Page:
Victims of medical malpractice only have a limited time to file a claim for damages in Georgia. This time limit is known as the “statute of limitations.” After the statute of limitations expires, the victim may be unable to bring a medical malpractice claim for damages. It is important for medical malpractice victims to talk to their experienced Georgia med mal attorney as soon as possible after discovering an accident or injury to make sure the claim is filed in time and the victim gets the full compensation they are owed.
Time Limits for Filing a Medical Malpractice Claim in Georgia
The time limits for filing a med mal claim in Georgia can be confusing because there are a number of exceptions and variations that need to be accounted for. The statute of limitations may vary based on the cause of injury, age of the injury victim, and who is the defendant. These exceptions may either shorten or lengthen the time limit to file a claim.
Medical Malpractice Statute of Limitations in Georgia
Under Georgia Code Section 9-3-71, most medical malpractice claims “shall be brought within two years after the date on which an injury or death arising from a negligent or wrongful act or omission occurred.”
However, one of the problems with a medical malpractice claim is that the injury is not discovered until later. This is common in surgeries where the patient is unconscious, or with patients who are non-verbal, or very young patients. These patients may be unaware that something wrong happened or be unable to communicate problems that occurred during medical treatment.
Statute of Repose for Medical Malpractice in Georgia
In addition to the statute of limitations, Georgia law further limits claims for injury victims with a “statute of repose.” The statute of repose provides that, “in no event may an action for medical malpractice be brought more than five years after the date on which the negligent or wrongful act or omission occurred.”
The statute of repose means that a medical malpractice victim who discovered the accident more than 5 years after the wrongful act occurred would be unable to file a claim against the doctors or hospitals responsible. While 5 years sounds like a long time, many medical malpractice errors are not discovered for more than 5 years, leaving many med mal victims unable to recover compensation caused by a medical professional's negligence.
Discovery Rule and Exceptions to the Statute of Limitations
Generally, the “discovery rule,” provides additional time to medical malpractice victims who do not discover the accident or injury until later. However, the discovery rule in Georgia may be limited depending on the type of negligence.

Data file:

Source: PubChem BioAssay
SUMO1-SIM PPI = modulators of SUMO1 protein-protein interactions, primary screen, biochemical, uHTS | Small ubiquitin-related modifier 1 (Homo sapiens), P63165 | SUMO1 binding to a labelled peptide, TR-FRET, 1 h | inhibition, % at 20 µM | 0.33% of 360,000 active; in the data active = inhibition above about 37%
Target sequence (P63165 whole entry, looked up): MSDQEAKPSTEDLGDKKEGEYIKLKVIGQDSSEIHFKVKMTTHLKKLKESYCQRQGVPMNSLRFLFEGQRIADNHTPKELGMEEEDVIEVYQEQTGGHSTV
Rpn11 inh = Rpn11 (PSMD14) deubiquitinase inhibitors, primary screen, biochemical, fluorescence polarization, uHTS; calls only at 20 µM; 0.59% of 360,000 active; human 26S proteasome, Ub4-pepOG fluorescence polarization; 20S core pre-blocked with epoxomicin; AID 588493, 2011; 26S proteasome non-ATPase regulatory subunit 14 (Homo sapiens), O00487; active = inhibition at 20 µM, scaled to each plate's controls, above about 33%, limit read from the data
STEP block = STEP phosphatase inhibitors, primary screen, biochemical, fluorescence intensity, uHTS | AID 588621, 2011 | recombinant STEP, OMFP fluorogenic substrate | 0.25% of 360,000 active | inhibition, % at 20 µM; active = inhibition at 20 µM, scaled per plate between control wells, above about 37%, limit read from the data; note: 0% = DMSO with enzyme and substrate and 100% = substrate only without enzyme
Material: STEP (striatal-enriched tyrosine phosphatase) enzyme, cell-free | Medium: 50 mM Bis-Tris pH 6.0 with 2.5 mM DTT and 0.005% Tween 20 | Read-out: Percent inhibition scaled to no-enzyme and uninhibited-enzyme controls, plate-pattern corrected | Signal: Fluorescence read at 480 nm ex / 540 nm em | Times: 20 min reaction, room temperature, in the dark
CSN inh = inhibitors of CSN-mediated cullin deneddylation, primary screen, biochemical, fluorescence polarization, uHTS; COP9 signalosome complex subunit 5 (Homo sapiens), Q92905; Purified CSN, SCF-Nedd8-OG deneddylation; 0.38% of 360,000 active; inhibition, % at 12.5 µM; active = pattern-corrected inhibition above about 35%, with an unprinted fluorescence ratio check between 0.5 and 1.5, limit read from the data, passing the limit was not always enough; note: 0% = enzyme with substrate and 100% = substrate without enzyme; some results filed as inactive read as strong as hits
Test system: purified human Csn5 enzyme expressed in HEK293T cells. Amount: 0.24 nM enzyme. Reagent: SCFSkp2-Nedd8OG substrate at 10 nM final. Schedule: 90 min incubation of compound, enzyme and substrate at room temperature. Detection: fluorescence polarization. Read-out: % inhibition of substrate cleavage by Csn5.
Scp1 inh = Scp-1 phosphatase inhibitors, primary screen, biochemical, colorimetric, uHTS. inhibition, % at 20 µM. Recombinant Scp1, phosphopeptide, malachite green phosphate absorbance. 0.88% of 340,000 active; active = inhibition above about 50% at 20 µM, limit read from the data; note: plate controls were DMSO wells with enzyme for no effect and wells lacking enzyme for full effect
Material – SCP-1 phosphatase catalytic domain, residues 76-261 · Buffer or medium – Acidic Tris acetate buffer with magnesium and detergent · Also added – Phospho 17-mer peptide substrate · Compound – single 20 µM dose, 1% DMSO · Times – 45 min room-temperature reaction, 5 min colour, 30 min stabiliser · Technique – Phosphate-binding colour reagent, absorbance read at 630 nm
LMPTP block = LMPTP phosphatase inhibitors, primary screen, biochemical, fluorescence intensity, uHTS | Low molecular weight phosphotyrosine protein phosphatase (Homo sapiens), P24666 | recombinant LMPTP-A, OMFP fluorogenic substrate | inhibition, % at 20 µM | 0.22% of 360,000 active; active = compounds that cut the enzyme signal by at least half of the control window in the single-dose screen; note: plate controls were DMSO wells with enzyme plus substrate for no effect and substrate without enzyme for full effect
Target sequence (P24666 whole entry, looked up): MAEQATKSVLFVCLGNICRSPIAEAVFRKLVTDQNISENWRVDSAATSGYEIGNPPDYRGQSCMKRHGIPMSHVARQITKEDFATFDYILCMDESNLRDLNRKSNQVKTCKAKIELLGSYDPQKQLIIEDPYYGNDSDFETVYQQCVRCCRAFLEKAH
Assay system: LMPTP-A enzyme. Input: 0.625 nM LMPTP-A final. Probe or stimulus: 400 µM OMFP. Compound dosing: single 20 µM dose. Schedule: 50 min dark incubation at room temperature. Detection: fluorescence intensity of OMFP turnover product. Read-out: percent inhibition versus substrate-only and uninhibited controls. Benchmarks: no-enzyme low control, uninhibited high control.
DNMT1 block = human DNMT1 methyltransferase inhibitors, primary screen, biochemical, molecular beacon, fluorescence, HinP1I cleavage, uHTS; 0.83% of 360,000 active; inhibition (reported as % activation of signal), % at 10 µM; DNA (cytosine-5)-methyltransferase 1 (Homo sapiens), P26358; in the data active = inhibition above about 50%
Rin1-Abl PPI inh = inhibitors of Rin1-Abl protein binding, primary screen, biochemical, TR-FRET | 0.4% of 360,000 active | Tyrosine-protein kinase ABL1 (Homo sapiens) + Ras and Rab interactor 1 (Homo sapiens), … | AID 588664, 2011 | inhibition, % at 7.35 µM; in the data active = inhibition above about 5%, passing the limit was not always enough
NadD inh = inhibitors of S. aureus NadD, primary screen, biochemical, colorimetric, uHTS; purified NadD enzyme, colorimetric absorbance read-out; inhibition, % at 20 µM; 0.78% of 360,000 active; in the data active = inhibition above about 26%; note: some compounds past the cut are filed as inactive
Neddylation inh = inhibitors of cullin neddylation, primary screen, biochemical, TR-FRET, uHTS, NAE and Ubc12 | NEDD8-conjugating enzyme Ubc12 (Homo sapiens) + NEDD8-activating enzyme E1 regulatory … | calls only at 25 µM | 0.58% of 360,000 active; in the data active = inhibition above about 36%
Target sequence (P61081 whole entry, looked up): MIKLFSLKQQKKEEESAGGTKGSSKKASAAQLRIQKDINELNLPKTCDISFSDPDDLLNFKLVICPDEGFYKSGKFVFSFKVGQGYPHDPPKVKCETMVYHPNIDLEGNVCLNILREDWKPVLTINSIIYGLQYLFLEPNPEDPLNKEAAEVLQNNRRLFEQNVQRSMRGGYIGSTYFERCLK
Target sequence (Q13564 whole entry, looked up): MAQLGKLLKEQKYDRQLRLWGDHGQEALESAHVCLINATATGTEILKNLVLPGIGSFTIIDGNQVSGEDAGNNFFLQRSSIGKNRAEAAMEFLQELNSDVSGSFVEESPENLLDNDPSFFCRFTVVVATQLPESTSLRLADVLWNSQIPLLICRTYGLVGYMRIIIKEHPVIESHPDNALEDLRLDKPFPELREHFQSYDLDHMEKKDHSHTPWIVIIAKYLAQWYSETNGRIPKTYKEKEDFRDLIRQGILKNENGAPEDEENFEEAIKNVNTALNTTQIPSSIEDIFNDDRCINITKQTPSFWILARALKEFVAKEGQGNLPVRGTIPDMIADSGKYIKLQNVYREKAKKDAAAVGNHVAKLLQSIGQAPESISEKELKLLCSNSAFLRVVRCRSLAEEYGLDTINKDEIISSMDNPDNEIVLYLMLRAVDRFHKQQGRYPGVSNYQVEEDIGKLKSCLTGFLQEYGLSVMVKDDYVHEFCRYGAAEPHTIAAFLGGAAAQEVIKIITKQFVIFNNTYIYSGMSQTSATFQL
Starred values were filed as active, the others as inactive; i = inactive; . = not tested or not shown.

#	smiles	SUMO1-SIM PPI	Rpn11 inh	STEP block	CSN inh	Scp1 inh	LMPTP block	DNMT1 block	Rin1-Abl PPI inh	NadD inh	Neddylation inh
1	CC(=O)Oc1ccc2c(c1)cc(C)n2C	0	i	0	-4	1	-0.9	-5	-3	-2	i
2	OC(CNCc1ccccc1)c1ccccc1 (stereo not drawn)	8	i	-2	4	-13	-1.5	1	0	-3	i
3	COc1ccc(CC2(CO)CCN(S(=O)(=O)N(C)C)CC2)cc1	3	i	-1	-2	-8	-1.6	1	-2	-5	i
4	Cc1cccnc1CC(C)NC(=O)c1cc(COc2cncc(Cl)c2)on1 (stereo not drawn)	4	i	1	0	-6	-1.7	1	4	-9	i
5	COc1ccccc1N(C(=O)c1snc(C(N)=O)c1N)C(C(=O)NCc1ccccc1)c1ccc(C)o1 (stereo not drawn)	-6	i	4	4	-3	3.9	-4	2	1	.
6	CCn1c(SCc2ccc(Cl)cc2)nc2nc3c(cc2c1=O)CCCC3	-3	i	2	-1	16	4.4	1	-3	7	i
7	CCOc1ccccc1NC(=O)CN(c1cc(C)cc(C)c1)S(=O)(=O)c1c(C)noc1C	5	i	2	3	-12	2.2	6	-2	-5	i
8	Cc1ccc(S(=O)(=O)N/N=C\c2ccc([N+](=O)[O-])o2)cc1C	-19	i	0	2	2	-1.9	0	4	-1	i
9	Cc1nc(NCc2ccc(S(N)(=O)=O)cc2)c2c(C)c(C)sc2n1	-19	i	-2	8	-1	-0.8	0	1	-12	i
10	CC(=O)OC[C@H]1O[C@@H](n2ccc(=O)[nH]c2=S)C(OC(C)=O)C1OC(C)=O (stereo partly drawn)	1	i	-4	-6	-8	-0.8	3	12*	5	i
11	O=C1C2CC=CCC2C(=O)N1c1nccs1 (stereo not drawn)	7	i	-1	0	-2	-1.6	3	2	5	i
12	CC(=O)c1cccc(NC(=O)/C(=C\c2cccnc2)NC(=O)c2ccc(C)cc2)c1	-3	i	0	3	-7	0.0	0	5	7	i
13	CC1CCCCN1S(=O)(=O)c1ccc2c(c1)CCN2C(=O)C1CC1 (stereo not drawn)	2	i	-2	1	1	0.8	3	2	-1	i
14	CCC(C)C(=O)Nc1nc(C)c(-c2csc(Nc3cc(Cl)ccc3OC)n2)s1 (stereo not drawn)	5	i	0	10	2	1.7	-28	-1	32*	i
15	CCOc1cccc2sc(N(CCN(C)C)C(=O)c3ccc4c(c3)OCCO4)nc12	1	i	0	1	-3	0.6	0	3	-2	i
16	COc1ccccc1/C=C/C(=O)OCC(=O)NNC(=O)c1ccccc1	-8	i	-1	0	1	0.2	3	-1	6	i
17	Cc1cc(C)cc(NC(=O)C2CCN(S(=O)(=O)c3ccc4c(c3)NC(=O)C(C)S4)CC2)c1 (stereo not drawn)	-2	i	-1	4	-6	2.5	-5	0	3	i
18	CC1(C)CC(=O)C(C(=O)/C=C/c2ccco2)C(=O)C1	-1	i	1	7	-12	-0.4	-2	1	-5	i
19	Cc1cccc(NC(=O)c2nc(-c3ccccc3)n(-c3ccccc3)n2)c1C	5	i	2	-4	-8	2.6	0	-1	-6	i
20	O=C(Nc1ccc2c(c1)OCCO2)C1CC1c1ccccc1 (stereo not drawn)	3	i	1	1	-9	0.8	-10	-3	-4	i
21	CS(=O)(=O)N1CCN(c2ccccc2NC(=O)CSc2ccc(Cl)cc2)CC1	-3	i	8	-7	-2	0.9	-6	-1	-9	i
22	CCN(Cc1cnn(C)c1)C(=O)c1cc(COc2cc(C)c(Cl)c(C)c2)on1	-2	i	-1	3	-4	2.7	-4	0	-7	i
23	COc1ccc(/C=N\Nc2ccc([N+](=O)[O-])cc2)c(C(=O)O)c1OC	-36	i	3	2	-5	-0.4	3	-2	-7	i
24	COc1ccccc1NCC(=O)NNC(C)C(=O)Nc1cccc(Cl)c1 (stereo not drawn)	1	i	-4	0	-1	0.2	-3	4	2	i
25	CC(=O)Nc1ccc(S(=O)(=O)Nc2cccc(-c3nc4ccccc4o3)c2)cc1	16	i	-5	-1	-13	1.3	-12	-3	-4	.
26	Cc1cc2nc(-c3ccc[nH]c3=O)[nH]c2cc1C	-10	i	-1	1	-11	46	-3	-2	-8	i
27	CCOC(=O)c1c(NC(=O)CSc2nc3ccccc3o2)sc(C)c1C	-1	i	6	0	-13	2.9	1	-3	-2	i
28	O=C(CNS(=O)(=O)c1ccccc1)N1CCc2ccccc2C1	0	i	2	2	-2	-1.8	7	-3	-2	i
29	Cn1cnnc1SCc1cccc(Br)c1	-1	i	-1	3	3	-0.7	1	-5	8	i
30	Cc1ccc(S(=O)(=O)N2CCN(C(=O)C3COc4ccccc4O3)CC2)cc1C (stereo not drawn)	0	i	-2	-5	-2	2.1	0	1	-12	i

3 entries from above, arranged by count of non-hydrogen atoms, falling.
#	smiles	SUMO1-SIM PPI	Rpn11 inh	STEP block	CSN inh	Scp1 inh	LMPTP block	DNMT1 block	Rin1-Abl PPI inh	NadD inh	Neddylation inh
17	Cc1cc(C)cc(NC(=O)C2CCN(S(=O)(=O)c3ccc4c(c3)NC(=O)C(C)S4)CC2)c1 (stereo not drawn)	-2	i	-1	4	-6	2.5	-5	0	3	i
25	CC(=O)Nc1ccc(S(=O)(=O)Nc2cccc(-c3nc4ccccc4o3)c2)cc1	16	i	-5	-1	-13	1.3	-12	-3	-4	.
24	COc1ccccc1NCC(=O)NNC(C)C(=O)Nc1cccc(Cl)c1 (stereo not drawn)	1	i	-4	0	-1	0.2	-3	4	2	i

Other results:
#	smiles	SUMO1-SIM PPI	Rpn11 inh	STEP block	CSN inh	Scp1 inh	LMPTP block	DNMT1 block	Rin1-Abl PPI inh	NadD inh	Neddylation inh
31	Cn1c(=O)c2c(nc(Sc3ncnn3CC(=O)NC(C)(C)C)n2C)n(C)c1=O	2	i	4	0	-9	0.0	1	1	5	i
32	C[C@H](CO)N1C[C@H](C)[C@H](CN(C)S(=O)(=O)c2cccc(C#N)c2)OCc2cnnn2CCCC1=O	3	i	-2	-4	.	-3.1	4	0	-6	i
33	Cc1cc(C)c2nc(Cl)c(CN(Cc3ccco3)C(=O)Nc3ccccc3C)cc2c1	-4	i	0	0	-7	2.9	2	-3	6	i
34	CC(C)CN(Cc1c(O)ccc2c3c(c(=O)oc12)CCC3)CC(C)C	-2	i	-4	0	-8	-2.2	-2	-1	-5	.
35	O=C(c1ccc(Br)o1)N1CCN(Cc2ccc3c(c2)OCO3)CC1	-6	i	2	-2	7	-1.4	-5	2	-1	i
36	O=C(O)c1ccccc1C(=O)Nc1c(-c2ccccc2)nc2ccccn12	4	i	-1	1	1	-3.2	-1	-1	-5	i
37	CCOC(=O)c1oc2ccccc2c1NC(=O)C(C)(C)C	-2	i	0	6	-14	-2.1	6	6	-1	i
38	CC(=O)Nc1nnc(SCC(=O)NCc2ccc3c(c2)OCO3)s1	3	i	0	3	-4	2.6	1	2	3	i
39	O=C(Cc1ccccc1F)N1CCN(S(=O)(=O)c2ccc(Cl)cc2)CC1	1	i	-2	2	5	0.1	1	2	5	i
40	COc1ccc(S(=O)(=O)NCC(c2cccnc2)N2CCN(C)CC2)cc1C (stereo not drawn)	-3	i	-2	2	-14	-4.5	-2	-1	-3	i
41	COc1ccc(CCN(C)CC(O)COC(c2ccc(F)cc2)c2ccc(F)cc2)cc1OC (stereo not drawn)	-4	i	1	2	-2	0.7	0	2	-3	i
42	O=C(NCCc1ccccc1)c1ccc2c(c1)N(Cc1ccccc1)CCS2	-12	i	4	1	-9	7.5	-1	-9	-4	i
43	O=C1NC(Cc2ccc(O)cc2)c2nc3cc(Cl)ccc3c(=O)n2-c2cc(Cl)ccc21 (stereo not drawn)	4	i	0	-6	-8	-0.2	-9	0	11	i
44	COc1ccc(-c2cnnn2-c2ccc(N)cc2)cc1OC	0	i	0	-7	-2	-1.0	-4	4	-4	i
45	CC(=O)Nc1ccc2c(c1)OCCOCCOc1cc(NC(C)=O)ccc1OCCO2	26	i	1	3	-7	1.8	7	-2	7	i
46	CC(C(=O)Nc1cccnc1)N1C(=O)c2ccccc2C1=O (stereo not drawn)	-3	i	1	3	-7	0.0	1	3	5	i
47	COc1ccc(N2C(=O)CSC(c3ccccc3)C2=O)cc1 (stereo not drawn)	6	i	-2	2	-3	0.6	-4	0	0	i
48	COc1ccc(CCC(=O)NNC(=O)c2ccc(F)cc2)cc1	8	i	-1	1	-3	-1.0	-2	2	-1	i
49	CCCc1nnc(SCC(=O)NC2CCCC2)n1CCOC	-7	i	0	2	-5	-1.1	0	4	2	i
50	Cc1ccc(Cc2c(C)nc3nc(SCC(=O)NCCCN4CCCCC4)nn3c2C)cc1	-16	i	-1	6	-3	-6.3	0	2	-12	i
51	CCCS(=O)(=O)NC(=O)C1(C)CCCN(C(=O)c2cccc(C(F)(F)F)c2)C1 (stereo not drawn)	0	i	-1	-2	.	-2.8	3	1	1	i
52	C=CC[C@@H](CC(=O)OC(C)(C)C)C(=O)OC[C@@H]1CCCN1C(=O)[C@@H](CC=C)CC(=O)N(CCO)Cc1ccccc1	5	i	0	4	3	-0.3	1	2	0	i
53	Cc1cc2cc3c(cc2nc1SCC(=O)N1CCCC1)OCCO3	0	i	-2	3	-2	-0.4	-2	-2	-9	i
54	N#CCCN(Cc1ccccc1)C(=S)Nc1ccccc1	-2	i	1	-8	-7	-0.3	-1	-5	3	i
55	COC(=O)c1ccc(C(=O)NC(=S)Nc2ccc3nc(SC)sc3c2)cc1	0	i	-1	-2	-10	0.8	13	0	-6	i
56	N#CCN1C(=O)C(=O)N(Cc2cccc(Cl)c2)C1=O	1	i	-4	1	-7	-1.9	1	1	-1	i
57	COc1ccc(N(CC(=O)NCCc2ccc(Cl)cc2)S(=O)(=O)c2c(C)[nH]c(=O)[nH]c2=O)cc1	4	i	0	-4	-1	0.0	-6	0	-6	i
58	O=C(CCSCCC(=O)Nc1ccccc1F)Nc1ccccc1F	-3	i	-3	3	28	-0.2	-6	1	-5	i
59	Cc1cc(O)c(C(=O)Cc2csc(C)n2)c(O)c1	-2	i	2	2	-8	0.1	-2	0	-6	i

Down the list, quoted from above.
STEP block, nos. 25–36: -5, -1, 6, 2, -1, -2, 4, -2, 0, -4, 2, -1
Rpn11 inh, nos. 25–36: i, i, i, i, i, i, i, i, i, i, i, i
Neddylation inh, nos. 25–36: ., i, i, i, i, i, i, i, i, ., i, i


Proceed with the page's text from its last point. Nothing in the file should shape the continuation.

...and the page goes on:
Foreign Object Left in the Body
For example, after an invasive surgery, the patient recovers for a couple of days in the hospital and is then released to go home. During follow-up visits, the patient complains about pains that the doctor cannot account for. The pain continues for months, which the doctor prescribes medication for. A year later, during an x-ray for another issue, an x-ray technician notices there appears to be a foreign object left in the patient's body during the prior surgery.
Under Georgia Code Section 9-3-72, that statute of limitations, “shall not apply where a foreign object has been left in a patient's body, but in such a case an action shall be brought within one year after the negligent or wrongful act or omission is discovered.”
Generally, when a foreign object was left in the body, the malpractice victim has one year to file a malpractice claim from the date the wrongful act was discovered.
Other Medical Malpractice Late Discoveries
Other discoveries of wrongdoing may be limited by the five-year statute of repose for medical malpractice in Georgia. Even if the negligent act or wrongful omission was discovered years later, it may be too late to file a claim if it has been more than five years since the malpractice occurred. Talk to your Atlanta medical malpractice attorney about your claim to make sure your lawsuit is filed in time.
Disabilities and Victim Under the Age of 18
Minors who are five years old and older and individuals who are legally incompetent because of mental illness or retardation are subject to the same statute of limitations for medical malpractice. This means minors are still generally subject to the two-year statute of limitations for medical malpractice.
For malpractice victims who are minors under the age of five, the statute of limitations does not begin to run until the minor's fifth birthday.
The statute of repose for minors is based on the minor's age. A minor cannot bring a malpractice action after their tenth birthday if the minor was under the age of five when the negligent or wrongful act or omission occurred. If the minor was over the age of five, the minor cannot bring a malpractice action more than five years after the negligent action or omission occurred.
Contact Atlanta Medical Malpractice Attorneys Today
At The Kaplan Firm, PC, our attorneys have decades of experience fighting for our clients to get the full amount of compensation possible. There is a limited time to file your medical malpractice claim so contact us as soon as possible. If you wait too long, your claim may be denied, leaving you without compensation for your injuries, medical bills, and lost wages. Contact us today at our Roswell, Georgia location for a free initial consultation.